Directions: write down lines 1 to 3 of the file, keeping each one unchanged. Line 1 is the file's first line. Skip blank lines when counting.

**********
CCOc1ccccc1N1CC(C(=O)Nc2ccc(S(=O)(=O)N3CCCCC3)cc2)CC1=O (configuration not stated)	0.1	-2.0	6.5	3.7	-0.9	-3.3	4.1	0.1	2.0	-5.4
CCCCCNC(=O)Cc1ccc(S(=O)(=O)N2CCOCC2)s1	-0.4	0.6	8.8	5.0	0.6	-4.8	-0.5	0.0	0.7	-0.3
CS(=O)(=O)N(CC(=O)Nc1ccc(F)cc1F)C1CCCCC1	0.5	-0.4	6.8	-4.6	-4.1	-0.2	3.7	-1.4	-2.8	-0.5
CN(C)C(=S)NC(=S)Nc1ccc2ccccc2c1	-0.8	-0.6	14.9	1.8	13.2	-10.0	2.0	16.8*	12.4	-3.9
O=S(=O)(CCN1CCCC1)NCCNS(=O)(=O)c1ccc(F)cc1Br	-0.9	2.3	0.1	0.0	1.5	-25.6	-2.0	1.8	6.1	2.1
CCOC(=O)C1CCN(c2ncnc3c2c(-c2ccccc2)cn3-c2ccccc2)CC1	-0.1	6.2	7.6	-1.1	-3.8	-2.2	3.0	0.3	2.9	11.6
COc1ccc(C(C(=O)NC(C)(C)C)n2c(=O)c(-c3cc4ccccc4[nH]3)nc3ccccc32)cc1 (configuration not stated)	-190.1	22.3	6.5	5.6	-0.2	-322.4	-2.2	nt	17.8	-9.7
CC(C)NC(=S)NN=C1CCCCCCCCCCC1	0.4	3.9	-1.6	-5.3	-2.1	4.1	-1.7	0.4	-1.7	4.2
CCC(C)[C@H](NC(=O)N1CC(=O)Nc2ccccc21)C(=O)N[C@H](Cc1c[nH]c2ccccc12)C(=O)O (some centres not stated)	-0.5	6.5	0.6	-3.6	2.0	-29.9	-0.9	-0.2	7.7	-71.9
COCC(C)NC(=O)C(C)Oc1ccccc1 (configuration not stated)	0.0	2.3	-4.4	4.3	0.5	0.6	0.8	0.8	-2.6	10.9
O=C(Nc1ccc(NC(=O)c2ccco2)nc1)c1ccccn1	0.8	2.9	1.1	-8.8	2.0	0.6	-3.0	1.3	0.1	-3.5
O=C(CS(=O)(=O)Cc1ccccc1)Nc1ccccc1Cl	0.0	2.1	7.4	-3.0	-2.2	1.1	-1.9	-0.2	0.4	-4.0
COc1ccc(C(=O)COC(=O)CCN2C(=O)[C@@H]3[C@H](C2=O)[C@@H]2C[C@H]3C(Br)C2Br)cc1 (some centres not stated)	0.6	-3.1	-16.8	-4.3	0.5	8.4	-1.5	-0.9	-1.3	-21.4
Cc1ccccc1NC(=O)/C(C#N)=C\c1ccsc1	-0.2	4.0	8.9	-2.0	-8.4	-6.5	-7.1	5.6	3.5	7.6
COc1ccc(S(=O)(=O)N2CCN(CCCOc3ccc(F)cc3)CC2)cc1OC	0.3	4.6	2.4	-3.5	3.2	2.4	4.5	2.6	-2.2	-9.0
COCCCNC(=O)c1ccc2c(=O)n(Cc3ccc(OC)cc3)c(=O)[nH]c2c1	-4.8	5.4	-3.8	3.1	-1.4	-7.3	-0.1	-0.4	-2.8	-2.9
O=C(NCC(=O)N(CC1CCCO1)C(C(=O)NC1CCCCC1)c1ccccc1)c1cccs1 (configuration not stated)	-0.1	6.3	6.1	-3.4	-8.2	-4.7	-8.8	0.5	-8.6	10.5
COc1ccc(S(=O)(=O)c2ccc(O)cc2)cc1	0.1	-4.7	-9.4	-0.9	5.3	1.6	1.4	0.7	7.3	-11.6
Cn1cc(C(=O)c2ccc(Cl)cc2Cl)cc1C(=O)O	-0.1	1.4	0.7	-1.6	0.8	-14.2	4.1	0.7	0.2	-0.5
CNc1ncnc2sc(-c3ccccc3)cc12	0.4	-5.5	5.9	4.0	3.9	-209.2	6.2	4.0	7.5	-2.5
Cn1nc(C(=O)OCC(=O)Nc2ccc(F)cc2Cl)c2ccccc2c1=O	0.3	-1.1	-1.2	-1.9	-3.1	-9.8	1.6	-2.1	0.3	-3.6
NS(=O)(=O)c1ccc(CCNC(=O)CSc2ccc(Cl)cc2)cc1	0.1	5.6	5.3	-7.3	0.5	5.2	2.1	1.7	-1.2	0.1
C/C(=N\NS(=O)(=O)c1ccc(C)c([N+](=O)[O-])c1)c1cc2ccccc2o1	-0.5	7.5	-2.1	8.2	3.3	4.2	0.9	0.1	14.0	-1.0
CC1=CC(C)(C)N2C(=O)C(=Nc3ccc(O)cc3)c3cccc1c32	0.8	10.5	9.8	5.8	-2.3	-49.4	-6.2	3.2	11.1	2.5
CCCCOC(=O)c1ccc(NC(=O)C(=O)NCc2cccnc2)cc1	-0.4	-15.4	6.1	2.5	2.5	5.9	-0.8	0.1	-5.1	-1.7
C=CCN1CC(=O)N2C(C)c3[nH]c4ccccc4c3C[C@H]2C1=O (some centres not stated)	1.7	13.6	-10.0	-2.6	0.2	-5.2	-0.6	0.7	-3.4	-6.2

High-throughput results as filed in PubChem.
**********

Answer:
CCOc1ccccc1N1CC(C(=O)Nc2ccc(S(=O)(=O)N3CCCCC3)cc2)CC1=O (configuration not stated)	0.1	-2.0	6.5	3.7	-0.9	-3.3	4.1	0.1	2.0	-5.4
CCCCCNC(=O)Cc1ccc(S(=O)(=O)N2CCOCC2)s1	-0.4	0.6	8.8	5.0	0.6	-4.8	-0.5	0.0	0.7	-0.3
CS(=O)(=O)N(CC(=O)Nc1ccc(F)cc1F)C1CCCCC1	0.5	-0.4	6.8	-4.6	-4.1	-0.2	3.7	-1.4	-2.8	-0.5